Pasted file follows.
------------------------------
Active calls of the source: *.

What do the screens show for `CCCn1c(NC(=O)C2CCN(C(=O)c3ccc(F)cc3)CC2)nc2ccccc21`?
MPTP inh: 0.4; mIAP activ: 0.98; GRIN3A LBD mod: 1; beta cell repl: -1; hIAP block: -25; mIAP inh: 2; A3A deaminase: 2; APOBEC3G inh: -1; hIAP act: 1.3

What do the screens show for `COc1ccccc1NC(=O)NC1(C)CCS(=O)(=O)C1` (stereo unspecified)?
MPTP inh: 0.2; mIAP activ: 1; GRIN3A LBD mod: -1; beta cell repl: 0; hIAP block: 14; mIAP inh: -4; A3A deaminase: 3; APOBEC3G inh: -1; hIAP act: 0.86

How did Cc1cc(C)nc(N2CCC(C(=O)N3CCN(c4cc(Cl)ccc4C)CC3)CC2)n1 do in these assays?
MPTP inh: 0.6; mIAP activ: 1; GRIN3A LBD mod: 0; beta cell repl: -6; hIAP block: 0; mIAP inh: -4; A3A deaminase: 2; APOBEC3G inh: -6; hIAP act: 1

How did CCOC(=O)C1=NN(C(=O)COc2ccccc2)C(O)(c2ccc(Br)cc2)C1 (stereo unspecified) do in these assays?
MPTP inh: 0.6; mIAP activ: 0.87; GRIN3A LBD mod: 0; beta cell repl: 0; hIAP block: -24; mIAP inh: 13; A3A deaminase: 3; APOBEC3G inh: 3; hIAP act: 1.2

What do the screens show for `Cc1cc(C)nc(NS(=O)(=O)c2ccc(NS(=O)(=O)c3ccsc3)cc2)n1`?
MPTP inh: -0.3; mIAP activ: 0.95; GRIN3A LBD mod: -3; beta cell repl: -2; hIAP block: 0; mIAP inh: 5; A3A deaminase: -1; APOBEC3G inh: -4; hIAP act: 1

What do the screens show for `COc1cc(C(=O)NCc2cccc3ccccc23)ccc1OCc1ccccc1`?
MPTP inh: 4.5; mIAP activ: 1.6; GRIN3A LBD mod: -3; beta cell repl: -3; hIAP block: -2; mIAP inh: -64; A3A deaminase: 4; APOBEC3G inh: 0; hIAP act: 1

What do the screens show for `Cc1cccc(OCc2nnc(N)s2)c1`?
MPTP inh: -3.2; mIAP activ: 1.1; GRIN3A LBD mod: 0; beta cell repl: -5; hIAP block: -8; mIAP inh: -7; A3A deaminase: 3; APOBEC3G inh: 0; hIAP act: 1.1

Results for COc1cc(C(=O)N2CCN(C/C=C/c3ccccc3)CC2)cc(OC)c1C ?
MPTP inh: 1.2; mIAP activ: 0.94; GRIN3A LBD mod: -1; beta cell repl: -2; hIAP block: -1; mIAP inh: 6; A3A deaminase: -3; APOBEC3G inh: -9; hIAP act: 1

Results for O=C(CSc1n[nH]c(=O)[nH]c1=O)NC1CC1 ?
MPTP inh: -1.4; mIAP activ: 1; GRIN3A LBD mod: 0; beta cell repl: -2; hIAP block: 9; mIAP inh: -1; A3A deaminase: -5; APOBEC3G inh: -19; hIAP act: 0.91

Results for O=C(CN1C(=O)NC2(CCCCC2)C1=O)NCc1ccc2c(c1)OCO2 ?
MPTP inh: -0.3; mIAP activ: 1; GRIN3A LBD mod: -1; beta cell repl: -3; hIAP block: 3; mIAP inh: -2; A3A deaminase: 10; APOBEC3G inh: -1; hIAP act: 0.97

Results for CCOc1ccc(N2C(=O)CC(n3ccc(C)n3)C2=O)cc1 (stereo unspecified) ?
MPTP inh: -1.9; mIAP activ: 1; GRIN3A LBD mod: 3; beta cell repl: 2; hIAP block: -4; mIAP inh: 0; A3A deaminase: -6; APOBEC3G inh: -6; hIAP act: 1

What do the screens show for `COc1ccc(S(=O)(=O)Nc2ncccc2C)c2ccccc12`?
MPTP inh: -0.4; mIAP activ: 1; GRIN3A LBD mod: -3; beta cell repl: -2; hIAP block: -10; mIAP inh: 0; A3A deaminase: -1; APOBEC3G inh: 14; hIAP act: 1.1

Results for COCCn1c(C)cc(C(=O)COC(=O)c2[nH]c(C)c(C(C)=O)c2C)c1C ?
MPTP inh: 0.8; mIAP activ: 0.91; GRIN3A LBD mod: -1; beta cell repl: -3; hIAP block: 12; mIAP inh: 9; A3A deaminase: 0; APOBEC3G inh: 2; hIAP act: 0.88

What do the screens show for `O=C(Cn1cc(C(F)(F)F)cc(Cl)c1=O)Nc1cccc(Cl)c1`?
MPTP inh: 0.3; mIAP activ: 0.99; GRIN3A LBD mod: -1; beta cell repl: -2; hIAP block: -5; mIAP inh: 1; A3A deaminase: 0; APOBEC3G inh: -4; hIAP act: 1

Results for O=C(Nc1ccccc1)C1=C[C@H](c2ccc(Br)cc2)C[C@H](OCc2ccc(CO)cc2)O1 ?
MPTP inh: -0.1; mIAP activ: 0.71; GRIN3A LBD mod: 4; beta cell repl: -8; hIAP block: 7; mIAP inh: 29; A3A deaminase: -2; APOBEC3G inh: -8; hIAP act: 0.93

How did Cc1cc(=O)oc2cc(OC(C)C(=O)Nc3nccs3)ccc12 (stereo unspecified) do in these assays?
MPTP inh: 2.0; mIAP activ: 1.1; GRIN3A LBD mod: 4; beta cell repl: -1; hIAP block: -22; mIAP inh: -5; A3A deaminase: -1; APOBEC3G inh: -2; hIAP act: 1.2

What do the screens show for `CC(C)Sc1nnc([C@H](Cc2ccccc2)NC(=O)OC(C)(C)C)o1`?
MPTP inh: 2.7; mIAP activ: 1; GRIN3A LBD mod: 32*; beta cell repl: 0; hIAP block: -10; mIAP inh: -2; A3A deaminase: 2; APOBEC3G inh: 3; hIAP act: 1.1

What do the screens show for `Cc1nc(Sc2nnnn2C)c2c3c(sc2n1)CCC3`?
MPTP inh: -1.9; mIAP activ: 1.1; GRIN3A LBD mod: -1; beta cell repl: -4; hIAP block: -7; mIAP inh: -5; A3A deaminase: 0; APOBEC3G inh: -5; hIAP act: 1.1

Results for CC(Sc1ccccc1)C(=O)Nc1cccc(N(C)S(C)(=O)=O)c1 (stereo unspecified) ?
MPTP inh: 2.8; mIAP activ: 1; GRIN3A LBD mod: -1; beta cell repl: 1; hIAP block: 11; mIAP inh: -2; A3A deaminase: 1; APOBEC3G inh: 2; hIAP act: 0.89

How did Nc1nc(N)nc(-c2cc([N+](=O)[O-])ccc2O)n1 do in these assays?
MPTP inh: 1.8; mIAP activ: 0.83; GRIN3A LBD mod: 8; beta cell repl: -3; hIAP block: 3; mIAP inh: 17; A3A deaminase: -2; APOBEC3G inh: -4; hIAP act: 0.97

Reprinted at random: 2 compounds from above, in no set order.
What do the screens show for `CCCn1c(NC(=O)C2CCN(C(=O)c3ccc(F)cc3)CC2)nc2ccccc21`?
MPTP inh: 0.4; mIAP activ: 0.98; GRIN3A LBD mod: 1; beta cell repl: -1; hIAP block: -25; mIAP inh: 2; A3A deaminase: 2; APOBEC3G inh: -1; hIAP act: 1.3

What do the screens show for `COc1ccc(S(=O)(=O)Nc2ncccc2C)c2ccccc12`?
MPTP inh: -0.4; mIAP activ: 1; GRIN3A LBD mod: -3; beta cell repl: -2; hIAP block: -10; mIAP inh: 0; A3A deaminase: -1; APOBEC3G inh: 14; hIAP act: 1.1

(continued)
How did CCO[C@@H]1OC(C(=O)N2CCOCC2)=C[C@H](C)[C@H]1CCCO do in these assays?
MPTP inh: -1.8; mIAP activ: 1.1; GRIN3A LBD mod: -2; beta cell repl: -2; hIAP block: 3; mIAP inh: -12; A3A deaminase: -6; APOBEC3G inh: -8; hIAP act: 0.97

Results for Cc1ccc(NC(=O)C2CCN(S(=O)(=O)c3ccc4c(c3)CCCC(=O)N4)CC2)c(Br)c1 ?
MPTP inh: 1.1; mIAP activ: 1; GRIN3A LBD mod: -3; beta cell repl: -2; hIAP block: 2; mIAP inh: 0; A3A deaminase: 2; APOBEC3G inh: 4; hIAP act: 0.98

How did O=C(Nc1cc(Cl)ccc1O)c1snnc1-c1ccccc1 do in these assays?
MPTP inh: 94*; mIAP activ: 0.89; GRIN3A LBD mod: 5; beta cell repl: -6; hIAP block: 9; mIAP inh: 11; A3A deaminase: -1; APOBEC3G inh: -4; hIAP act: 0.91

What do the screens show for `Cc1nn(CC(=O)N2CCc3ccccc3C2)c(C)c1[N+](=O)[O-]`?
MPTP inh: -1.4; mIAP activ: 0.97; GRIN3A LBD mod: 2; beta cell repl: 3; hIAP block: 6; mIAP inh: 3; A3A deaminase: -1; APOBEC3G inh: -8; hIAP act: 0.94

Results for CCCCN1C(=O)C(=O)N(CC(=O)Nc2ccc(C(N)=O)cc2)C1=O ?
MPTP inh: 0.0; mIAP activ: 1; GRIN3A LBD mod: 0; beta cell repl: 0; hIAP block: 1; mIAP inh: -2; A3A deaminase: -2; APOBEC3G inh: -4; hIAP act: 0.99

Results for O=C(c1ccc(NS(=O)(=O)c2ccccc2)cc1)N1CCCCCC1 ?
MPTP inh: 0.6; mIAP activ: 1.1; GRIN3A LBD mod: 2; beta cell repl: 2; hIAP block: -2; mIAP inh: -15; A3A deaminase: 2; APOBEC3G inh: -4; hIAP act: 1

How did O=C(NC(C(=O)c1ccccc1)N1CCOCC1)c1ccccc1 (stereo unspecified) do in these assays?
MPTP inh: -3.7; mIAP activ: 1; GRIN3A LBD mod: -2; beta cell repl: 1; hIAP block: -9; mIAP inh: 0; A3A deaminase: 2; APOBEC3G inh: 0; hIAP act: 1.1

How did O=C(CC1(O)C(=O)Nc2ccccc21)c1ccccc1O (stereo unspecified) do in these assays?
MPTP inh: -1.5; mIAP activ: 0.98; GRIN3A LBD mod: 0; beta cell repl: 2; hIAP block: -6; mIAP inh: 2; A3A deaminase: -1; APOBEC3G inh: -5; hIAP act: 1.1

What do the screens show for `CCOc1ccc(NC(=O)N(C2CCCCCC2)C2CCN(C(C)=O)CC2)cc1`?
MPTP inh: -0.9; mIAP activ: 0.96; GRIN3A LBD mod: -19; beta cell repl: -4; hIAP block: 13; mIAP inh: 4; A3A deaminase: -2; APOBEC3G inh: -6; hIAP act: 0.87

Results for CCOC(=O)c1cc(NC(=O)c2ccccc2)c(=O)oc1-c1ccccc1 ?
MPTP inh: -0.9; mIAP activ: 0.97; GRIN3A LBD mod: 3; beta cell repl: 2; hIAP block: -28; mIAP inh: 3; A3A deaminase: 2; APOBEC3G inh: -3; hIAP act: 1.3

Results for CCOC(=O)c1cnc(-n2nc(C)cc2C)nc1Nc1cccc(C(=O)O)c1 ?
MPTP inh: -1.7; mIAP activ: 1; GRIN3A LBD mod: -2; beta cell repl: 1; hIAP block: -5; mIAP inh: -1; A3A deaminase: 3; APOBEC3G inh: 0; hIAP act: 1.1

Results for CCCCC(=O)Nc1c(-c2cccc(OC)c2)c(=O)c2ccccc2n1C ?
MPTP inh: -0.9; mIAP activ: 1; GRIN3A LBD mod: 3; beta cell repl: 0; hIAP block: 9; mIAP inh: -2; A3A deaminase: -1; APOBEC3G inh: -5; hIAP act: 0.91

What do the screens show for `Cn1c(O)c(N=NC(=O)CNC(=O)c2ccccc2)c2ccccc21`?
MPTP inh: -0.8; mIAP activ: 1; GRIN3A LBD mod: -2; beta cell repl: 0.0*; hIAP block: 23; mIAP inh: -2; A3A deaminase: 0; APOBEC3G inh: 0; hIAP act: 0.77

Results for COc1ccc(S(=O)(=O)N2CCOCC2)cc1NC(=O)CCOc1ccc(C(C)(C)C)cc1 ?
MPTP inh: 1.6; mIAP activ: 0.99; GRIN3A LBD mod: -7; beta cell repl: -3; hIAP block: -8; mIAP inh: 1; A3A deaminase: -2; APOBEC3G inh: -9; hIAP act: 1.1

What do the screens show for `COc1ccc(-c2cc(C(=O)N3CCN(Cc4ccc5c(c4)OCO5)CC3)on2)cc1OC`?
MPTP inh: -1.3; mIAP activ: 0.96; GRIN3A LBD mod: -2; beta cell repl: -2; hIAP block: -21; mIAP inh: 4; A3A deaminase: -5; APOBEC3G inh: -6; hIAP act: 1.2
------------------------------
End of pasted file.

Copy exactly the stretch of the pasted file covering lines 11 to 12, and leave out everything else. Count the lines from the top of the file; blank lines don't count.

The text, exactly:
MPTP inh: -0.3; mIAP activ: 0.95; GRIN3A LBD mod: -3; beta cell repl: -2; hIAP block: 0; mIAP inh: 5; A3A deaminase: -1; APOBEC3G inh: -4; hIAP act: 1

What do the screens show for `COc1cc(C(=O)NCc2cccc3ccccc23)ccc1OCc1ccccc1`?